Sports institute Santasport at Ounasvaara offers first-class training in a wide range of sports. Its facilities and services include an ice hall, indoor fields for football and athletics, well-equipped gyms and a crosscountry skiing track supplemented with artificial snow as well as a spa, a sports club, a bowling alley, the Funpark for kids and accommodation.
- 7 slopes, 4 lifts, altitude difference 140 m
- 100 km of cross-country skiing tracks (50 km illuminated)
- Children’s skiing park; snowboarding street and halfpipe
- Ski rental, ski school, restaurant
- Winter and summer sledging
- Downhill cycling park
- Popular viewpoint, several nature trails
- Ski jumping
Korundi House of Culture has a fascinating history. This building is one of the few in Rovaniemi that survived the Second World War. Built in 1933, the premises saw long service as a depot for postal vehicles. After the war, an extension was added to the depot, using bricks salvaged from the ruins strewed across the city. In 2009 and 2010, a new round of extension and renovation work was performed, headed by local architect studio Juhani Pallasmaa.
Two art organisations of Finnish and international interest and importance lie at the core of activities at the Korundi House of Culture: The Chamber Orchestra of Lapland and the Rovaniemi Art Museum. The museum’s Jenny & Antti Wihuri Foundation Collection is one of Finland’s finest collections of modern art. The museum’s key exhibition theme is the Nordic perspective and the Arctic regions. Temporary exhibitions focus on international and local phenomena, based on a wide variety of visual artwork.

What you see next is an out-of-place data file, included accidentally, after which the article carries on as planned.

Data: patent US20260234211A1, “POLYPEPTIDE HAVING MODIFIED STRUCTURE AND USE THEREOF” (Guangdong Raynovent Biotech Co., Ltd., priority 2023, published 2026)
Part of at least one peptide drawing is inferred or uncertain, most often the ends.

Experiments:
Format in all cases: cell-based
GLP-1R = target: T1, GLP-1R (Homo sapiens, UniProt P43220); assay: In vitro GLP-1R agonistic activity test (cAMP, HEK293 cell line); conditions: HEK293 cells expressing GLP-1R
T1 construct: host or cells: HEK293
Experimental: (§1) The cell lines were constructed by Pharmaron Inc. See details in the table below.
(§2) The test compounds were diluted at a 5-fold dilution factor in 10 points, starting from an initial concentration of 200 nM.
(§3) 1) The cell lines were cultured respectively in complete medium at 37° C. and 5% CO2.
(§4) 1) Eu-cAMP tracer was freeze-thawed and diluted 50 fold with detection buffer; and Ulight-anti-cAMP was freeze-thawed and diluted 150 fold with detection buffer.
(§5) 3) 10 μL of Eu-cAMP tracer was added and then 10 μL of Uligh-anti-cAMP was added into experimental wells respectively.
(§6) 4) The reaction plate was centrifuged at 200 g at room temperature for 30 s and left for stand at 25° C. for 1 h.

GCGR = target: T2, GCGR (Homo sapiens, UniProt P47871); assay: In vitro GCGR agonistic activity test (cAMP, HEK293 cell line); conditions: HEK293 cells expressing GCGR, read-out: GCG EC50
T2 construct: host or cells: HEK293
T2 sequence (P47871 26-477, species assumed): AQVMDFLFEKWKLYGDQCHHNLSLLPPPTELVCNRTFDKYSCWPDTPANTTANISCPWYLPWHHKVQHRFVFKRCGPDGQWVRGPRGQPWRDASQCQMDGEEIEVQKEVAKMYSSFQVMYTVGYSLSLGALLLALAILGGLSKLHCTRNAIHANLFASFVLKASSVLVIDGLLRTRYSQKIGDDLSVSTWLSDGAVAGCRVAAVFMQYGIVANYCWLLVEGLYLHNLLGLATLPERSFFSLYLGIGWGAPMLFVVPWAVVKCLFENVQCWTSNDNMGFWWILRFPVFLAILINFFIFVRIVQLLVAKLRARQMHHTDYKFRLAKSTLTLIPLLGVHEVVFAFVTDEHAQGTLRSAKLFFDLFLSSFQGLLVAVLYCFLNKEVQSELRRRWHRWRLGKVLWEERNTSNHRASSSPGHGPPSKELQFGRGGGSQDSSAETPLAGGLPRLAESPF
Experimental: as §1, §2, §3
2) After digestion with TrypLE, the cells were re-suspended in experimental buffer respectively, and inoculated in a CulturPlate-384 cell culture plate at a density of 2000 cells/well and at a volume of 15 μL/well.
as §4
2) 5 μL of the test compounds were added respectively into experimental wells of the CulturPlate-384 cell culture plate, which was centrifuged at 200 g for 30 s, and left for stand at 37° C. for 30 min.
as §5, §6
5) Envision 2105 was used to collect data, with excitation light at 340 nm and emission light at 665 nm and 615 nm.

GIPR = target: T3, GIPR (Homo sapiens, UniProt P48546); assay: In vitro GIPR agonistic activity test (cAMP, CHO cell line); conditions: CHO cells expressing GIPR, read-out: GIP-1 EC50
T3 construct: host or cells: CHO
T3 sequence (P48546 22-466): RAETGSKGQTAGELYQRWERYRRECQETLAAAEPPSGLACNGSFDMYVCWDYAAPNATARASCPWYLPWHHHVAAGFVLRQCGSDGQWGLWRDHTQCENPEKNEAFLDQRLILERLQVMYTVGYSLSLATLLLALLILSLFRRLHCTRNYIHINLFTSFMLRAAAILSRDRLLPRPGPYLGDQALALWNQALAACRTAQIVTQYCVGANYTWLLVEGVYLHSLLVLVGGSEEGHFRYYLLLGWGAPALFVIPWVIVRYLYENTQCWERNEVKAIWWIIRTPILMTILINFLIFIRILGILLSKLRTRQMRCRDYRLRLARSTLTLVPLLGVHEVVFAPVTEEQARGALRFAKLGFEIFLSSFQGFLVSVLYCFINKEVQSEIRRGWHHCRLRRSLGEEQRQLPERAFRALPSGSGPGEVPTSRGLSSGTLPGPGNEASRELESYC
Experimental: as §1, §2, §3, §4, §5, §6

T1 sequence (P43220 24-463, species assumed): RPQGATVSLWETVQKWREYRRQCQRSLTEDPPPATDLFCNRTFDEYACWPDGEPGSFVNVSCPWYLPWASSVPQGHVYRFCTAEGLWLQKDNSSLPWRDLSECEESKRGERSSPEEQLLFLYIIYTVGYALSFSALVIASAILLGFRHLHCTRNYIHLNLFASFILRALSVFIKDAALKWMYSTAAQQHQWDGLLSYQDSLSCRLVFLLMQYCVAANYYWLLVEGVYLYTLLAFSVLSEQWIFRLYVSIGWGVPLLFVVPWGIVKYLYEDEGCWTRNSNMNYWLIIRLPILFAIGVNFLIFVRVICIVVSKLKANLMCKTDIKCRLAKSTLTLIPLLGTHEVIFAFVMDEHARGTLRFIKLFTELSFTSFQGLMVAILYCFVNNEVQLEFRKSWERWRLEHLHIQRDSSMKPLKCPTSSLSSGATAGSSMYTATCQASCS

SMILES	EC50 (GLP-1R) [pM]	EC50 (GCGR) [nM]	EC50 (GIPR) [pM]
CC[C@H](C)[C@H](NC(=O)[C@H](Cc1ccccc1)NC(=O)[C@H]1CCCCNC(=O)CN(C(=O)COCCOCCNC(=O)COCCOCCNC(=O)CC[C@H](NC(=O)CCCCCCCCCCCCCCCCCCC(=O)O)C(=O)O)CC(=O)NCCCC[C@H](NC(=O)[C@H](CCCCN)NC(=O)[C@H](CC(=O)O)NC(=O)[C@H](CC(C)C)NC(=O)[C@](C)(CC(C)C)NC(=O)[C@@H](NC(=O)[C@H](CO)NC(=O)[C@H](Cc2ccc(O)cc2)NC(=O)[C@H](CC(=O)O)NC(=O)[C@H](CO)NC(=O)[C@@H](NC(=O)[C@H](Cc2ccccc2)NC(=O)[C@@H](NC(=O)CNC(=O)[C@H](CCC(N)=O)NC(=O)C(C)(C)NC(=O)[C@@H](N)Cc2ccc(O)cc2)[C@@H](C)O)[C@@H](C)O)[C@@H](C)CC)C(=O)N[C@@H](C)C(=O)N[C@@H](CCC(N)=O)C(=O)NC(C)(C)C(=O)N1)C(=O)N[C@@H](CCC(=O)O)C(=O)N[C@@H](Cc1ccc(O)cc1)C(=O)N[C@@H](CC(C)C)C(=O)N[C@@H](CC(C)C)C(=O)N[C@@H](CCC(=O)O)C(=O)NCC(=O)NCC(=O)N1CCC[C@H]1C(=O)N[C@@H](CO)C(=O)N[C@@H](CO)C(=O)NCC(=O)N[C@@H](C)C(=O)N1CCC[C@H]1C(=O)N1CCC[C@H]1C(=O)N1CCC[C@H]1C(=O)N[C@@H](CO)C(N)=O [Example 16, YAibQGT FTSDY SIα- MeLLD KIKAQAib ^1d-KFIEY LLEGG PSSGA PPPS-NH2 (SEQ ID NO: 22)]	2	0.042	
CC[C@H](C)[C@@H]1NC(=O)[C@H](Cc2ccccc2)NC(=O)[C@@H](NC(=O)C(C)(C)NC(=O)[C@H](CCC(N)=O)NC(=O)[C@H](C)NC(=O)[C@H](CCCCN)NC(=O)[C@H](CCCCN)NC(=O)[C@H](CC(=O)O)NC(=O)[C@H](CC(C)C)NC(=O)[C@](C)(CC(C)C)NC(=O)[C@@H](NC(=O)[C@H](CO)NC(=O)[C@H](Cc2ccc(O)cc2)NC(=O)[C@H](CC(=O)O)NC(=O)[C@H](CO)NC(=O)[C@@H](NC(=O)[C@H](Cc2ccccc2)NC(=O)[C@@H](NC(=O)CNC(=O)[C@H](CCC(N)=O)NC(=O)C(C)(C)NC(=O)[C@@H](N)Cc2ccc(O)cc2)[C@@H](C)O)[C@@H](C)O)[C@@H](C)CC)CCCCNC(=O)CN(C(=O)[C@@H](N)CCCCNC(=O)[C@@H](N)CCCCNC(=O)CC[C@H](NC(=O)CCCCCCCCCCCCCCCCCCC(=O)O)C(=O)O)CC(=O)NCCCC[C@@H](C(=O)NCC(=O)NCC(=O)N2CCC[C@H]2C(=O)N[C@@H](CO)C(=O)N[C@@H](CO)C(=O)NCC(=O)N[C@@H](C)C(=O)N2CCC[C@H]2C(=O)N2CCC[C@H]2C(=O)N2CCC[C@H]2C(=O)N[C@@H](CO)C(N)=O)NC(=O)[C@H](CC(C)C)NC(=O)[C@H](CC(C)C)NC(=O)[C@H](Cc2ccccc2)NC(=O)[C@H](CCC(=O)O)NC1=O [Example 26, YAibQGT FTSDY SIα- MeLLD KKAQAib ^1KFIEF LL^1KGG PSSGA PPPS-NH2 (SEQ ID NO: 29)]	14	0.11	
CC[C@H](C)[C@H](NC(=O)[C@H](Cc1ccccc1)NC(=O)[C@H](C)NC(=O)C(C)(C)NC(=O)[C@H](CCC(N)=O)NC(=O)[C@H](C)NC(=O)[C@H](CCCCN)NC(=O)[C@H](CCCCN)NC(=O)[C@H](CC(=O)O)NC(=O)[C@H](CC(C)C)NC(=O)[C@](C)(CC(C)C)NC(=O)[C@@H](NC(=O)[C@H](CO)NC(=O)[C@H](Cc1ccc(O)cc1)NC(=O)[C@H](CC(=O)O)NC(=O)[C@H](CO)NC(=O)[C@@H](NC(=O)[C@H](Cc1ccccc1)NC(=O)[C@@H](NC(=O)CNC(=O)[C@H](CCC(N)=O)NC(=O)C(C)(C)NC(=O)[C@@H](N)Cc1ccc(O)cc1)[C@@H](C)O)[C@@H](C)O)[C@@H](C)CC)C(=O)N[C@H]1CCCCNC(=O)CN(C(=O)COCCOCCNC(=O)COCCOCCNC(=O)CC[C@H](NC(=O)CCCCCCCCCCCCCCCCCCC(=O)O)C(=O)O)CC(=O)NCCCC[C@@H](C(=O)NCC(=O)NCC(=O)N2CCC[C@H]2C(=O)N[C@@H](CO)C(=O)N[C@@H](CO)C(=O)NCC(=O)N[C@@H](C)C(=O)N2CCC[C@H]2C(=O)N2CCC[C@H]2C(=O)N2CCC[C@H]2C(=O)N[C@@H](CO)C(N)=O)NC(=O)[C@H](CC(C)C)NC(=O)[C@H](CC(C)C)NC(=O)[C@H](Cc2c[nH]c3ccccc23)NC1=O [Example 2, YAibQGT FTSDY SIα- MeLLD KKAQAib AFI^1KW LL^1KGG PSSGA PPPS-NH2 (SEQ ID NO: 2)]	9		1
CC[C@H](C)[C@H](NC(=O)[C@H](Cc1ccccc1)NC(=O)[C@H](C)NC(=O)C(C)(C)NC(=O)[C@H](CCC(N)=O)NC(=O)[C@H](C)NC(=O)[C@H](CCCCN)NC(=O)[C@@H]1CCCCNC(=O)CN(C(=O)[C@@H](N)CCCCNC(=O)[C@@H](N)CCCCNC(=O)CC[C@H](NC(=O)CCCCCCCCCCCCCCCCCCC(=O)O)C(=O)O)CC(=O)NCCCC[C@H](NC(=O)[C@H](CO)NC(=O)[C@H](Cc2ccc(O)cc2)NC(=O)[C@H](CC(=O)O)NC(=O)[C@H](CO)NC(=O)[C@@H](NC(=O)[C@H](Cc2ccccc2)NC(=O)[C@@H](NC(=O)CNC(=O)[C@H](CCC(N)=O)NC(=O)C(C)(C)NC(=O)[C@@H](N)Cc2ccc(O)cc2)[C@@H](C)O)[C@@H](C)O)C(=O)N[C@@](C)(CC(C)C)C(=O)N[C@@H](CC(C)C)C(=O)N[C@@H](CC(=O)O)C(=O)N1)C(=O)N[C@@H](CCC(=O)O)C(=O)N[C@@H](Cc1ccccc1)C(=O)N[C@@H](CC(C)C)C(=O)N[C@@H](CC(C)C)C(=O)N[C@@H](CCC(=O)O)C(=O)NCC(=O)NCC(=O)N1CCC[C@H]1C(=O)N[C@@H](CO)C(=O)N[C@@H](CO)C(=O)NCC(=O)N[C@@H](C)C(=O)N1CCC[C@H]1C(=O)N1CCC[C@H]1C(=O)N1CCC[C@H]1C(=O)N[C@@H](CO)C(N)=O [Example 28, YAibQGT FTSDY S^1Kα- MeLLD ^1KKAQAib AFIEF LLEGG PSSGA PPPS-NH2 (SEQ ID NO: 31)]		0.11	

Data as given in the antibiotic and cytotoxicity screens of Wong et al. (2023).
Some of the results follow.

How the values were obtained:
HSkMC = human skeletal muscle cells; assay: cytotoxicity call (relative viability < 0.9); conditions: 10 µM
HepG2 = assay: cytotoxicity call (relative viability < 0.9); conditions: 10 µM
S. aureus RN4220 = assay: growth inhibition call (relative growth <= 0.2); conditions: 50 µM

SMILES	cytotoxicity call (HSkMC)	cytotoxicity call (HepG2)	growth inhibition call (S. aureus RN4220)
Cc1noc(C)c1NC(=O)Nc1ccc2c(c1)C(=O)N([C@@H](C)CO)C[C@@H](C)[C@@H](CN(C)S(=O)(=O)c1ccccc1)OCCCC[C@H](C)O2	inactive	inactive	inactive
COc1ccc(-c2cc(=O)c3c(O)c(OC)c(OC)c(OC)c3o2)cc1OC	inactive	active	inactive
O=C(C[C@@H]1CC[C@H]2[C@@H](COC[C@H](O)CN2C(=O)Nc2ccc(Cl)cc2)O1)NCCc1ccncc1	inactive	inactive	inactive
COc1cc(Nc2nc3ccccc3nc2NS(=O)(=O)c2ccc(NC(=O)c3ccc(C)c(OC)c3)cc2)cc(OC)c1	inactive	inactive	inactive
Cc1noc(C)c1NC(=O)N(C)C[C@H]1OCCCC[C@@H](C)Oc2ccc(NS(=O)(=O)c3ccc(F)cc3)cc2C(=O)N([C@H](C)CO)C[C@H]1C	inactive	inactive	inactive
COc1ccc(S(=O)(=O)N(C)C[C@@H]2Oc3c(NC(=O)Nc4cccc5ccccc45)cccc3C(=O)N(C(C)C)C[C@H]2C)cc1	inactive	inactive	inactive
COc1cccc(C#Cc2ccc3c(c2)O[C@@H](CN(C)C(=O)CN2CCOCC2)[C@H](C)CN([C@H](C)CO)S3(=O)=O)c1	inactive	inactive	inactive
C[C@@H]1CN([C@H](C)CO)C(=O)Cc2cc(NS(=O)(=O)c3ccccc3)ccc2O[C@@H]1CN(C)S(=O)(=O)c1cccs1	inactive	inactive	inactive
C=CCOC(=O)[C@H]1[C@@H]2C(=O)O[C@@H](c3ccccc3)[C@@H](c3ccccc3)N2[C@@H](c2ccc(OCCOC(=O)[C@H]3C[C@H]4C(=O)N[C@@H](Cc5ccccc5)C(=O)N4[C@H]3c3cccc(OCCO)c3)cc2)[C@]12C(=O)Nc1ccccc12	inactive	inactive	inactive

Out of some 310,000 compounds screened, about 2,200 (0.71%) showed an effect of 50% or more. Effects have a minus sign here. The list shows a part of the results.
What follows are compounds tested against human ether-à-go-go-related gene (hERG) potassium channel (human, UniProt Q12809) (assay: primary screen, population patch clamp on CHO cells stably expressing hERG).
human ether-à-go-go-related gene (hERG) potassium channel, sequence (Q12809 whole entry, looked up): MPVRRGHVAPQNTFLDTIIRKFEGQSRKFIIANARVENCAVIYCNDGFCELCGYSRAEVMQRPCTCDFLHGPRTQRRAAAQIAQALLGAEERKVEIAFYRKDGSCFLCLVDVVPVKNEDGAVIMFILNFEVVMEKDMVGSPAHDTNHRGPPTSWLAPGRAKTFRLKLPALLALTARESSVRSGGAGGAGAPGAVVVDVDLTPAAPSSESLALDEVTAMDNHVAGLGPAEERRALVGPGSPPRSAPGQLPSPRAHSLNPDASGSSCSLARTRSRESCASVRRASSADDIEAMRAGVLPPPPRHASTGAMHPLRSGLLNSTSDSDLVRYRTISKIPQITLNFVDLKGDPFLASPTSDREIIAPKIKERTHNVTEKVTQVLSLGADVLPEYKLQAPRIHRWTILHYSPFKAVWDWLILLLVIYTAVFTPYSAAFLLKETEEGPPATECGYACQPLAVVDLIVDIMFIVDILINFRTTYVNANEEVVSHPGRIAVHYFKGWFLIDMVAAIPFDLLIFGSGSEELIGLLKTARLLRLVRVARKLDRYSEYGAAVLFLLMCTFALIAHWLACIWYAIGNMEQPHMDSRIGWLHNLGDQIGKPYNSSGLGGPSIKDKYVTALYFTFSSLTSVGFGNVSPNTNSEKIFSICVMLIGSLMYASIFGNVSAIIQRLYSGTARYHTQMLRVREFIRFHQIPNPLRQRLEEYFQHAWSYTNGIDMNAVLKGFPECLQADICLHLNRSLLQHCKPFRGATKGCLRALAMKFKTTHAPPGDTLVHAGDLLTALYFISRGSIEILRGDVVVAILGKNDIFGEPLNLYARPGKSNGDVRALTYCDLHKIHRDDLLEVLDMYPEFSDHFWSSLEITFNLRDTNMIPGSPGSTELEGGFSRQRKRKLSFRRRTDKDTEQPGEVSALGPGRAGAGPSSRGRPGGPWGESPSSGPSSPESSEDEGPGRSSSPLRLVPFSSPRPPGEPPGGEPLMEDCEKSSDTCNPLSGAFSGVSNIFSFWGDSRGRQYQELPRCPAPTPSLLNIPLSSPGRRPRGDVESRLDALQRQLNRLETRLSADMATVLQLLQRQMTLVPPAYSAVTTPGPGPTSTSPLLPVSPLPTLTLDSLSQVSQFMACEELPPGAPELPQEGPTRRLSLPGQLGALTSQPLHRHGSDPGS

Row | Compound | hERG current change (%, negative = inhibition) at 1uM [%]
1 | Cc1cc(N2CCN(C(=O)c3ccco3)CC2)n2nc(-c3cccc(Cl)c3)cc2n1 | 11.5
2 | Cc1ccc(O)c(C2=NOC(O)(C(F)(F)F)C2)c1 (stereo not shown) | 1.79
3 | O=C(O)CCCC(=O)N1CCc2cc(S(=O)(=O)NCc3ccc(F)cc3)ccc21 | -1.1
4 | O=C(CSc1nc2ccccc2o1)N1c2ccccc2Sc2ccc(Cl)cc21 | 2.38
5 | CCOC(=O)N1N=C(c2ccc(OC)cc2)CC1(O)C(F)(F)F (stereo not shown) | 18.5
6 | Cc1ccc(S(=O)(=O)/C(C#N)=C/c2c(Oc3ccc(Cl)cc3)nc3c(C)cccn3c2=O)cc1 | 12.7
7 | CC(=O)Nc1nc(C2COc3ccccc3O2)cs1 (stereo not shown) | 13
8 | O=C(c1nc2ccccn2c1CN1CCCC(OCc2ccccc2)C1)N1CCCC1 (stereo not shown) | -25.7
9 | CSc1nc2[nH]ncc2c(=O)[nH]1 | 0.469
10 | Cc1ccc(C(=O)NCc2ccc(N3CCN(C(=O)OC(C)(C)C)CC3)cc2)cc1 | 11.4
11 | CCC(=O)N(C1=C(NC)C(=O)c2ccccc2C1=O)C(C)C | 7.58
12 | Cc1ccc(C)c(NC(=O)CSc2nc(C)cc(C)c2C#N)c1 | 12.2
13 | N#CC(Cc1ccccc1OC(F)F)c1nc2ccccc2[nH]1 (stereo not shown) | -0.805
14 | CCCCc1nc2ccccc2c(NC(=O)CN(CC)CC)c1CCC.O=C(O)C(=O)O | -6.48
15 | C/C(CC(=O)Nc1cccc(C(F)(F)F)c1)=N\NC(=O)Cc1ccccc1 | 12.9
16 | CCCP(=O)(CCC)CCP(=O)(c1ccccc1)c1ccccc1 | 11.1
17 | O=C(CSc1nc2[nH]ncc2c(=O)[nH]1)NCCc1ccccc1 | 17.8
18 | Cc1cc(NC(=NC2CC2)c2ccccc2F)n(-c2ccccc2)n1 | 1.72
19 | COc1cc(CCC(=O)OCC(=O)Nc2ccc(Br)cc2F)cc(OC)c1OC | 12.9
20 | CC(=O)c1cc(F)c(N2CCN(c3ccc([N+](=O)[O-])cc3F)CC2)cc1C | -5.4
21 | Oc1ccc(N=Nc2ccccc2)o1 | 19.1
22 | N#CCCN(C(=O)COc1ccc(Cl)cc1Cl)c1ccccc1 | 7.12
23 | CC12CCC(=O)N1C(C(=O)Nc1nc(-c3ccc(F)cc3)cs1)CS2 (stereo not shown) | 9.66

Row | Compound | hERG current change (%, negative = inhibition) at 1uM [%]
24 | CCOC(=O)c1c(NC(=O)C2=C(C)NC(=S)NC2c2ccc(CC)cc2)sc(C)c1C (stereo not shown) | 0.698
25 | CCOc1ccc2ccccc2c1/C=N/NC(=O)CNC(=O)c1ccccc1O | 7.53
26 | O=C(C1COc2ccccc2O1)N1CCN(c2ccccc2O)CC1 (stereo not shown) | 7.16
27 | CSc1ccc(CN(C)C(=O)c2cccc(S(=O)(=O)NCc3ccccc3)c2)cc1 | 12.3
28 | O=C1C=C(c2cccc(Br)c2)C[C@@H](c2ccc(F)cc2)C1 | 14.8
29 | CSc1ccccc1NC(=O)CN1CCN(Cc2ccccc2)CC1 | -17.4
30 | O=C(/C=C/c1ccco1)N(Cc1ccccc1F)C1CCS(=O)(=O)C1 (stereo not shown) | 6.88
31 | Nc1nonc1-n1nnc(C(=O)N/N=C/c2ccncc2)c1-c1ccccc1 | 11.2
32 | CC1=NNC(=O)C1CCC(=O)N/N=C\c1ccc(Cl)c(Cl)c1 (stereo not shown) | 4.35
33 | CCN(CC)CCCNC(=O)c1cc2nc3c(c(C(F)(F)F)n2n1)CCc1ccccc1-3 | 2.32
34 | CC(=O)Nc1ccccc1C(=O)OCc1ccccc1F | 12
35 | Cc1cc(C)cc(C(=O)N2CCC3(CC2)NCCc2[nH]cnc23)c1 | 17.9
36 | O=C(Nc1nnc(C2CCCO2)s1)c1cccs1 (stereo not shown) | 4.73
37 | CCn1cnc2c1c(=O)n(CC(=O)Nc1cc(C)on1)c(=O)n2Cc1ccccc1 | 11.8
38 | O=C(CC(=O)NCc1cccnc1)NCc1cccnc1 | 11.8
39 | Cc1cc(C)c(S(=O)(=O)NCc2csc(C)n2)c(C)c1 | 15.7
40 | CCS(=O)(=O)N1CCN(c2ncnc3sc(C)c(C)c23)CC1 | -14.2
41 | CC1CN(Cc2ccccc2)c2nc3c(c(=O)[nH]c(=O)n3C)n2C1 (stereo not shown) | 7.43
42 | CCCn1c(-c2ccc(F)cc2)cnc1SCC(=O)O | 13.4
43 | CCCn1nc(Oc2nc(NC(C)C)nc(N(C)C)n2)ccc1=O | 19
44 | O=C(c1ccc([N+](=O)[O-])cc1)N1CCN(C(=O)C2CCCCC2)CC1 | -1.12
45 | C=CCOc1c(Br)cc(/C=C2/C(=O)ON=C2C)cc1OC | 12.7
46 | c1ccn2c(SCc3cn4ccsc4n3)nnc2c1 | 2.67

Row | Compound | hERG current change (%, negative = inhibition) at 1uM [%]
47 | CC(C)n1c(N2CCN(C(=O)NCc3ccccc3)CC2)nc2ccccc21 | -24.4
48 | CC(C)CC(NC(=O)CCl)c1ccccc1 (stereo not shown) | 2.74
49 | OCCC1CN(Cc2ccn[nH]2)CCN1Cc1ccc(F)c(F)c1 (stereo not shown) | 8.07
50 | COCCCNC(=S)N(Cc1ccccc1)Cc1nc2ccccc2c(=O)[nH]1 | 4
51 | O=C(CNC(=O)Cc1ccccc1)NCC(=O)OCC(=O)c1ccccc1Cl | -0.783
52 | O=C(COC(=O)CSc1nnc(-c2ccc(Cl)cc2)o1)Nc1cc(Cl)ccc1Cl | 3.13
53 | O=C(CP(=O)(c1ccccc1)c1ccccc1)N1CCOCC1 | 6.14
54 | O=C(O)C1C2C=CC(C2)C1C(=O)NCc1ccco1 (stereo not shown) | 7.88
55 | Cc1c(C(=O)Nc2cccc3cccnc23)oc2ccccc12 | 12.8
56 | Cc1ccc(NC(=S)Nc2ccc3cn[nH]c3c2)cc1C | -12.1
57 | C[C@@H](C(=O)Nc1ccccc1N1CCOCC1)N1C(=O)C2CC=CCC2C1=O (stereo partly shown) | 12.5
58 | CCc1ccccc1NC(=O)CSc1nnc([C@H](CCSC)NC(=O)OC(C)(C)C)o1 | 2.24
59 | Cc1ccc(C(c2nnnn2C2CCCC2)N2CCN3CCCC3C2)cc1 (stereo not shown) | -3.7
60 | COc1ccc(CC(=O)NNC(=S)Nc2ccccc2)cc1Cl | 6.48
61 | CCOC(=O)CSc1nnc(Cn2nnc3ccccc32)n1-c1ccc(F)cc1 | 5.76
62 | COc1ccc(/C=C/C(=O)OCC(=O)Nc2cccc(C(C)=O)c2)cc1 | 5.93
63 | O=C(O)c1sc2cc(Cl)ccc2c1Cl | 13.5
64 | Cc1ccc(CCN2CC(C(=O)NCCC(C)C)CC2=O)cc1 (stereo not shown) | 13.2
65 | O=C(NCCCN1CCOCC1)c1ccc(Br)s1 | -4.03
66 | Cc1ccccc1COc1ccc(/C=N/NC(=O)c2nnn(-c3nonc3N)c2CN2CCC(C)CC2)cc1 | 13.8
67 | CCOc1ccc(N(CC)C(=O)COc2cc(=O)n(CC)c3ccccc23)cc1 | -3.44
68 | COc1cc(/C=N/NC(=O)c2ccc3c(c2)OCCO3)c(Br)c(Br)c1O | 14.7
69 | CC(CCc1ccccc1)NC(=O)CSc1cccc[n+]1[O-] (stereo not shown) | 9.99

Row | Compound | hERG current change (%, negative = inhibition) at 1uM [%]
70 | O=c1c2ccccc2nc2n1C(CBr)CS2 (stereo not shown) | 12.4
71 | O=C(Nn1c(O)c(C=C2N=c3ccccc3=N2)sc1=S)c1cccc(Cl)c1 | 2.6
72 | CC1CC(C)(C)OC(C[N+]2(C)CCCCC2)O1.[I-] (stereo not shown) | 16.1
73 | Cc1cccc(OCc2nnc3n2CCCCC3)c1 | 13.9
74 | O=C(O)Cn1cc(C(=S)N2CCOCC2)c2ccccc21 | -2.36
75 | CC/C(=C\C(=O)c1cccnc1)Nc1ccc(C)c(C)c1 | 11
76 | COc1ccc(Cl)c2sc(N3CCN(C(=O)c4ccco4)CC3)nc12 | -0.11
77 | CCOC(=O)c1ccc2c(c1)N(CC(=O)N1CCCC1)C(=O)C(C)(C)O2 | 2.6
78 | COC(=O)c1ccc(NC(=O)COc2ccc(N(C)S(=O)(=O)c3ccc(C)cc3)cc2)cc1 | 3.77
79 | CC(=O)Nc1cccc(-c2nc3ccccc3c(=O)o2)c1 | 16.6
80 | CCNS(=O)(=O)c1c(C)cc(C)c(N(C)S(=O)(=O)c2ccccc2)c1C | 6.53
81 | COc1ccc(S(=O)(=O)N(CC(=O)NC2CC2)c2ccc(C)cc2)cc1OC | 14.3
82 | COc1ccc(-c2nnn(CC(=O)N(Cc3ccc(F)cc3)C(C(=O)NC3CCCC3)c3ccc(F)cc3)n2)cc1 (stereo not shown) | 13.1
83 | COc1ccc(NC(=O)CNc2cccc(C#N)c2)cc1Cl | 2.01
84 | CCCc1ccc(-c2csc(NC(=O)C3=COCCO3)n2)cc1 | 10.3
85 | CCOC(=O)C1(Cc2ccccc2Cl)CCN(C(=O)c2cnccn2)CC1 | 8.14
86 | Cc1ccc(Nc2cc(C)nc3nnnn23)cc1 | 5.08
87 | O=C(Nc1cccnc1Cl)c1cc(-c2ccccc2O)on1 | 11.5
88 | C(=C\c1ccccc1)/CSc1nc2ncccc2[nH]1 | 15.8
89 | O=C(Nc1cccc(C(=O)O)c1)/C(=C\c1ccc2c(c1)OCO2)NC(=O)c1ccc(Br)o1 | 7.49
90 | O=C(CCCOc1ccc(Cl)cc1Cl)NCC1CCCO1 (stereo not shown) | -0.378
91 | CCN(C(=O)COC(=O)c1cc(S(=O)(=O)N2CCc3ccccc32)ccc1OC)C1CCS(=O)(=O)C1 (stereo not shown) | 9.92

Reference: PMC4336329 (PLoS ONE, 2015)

The Chamber Orchestra of Lapland is the most northerly professional orchestra in Finland and the European Union. It has 18 players and conductor John Storgårds has been its Artistic Director since autumn 1996. The orchestra frequently gives Finland’s first performances of works by international composers and has premièred pieces by a number of leading composers.
Arktikum was opened to the public in 1992, during Finland’s 75th Independence Day celebrations. The building was designed by the Danish architecture group
Birch-Bonderup & Thorup-Waade. Designed by Bonderup and Lehtipalo, the crescent-shaped new annex was completed in autumn 1997. The museum’s most striking feature, its glass corridor, is 172 metres long. This tube serves as the “Gateway to the North”´.
The Provincial Museum of Lapland’s permanent exhibition, Northern Ways, introduces visitors to the story of how people and nature have prevailed in the North. Taking visitors on a tour through history from ancient times to the present day, the exhibition gives a rich account of the causes and effects of local cultural development. The Arctic Centre’s main exhibition, the Arctic in Change, is an interactive introduction to the cultures, living conditions and natural life of the northern region. Temporary exhibitions at Arktikum provide fascinating further perspectives on the Arctic theme.